With Australia Day just around the corner some employees may look to take an extra day off and make the most of a four day weekend. This can cause many problems for employers and can be a frustrating task to defeat.

Although the ‘sickie’ can be frustrating for any business, there are specific protections in place allowing employees to exercise their workplace right to take personal leave. Because of this, it is important to know where you stand when dealing with Australia Day sickies.

When can an employee take personal leave?

Under the Fair Work Act 2009 (Act) permanent employees are entitled to paid personal leave where they are not fit for work because of illness or personal injury.

Although employees can claim illness in the hope of enjoying an extra-long weekend, you are within your rights to request medical evidence to support their claim. Unfortunately for your employee this will mean a potentially long wait at a doctor’s office to get a certificate!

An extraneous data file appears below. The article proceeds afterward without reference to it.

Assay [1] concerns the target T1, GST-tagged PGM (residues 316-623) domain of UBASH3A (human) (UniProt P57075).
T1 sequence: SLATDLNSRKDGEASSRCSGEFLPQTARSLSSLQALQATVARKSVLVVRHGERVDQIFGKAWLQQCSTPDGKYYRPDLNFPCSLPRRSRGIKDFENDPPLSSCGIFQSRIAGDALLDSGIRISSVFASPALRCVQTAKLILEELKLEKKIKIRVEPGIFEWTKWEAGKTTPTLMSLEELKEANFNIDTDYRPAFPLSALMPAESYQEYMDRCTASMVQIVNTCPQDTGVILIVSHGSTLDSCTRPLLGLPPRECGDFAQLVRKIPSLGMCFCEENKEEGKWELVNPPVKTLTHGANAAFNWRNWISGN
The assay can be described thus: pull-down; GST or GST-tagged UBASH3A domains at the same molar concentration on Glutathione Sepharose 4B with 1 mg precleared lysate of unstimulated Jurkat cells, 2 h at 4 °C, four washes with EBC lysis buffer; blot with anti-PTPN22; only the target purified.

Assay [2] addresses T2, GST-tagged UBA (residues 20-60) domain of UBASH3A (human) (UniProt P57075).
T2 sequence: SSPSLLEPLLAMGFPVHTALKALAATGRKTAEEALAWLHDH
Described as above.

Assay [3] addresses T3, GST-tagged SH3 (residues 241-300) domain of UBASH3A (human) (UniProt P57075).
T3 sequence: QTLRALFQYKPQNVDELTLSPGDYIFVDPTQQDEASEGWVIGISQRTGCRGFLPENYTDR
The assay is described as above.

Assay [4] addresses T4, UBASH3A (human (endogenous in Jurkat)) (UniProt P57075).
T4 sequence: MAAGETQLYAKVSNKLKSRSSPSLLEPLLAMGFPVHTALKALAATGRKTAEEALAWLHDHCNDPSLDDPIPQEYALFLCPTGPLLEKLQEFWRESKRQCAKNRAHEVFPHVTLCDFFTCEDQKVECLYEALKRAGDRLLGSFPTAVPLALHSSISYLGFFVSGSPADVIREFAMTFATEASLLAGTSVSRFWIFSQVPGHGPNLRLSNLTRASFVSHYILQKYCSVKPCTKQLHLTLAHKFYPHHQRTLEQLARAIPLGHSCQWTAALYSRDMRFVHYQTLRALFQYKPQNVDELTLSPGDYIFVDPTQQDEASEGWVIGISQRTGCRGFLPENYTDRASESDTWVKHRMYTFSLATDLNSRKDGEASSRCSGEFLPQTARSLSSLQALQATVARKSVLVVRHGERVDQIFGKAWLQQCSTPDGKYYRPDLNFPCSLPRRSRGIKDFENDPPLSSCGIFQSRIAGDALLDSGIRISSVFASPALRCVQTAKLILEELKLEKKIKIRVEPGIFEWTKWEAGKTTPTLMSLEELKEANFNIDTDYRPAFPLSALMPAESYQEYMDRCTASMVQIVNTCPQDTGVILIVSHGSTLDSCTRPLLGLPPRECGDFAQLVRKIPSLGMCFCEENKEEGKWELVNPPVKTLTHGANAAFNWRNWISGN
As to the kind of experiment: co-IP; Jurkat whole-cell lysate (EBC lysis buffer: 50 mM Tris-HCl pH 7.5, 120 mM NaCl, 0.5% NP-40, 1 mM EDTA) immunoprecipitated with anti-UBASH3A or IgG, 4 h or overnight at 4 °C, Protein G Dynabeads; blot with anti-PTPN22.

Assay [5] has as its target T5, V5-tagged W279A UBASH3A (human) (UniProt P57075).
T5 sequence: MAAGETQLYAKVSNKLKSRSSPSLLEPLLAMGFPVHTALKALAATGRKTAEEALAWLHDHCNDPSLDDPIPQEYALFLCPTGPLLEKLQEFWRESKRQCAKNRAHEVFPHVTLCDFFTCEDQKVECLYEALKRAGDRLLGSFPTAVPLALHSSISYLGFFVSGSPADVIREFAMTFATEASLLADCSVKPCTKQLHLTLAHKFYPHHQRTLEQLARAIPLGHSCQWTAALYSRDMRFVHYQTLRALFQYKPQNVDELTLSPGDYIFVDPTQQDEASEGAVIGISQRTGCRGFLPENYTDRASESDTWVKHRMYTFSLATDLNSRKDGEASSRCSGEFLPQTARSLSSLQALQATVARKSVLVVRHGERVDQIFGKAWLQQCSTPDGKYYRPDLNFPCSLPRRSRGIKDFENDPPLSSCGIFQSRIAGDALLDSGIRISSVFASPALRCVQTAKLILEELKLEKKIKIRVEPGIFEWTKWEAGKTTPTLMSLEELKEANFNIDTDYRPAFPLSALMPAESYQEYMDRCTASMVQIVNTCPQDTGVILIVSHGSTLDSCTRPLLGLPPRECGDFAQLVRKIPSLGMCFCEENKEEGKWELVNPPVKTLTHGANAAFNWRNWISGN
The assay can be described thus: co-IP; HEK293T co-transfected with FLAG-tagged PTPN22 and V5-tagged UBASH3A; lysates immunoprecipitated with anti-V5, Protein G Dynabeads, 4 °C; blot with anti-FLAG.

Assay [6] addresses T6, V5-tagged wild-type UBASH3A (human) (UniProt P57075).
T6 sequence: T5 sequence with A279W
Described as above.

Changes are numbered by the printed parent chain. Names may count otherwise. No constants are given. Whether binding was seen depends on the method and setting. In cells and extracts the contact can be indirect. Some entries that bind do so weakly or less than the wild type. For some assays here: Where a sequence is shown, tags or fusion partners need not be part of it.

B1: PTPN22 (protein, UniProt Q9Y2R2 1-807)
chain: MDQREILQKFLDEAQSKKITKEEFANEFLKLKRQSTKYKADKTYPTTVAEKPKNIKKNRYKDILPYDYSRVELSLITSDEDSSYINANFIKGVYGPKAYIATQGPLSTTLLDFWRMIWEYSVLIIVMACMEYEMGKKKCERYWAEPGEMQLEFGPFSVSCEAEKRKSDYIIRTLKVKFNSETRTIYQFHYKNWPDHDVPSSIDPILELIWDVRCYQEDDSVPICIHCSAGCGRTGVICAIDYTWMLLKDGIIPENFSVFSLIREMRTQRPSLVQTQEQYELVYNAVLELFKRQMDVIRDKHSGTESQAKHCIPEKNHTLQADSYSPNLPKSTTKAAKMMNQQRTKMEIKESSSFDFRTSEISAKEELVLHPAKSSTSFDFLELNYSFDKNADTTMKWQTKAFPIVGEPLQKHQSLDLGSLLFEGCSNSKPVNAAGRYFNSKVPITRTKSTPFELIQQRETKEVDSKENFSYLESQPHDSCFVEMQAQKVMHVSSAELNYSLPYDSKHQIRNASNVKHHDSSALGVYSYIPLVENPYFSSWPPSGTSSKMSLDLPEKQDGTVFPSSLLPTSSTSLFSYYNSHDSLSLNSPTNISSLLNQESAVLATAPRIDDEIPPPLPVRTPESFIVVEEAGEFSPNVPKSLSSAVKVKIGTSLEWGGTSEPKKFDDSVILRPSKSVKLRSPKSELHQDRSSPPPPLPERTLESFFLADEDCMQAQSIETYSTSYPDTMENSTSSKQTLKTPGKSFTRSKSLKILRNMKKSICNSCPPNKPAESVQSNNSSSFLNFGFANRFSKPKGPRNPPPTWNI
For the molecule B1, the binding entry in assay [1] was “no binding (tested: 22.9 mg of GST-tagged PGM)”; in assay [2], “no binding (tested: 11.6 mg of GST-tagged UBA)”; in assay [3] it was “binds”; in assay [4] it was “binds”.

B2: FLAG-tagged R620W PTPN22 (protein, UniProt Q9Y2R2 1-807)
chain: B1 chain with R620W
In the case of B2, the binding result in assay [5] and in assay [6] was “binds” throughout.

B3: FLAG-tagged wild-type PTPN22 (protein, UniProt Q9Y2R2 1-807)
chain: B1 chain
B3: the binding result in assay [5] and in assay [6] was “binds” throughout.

In addition, the Act also requires an employee to give notice to the employer as soon as possible as well as information regarding the length of leave they require. If your employee fails to do either of the above they will not be entitled to paid personal leave.

Although employers have the right to request all of the above, it is not advised to take adverse action against an employee for genuinely exercising a workplace right to be absent from the workplace due to illness.

Preparing for Australia Day ‘sickies’ this long weekend

Take steps to ensure that your employees know what their obligations are, including complying with company policies when it comes to calling in sick.

A quick reminder of workplace policies leading up to Australia Day will reinforce the need to provide documentation and will likely deter employees from pulling the infamous ‘sickie’.

HR Assured clients can find leave policies on their HRA Cloud Account or contact the Telephone Advisory Service for more information. If you are interested in becoming a HR Assured client contact us today for an informal chat.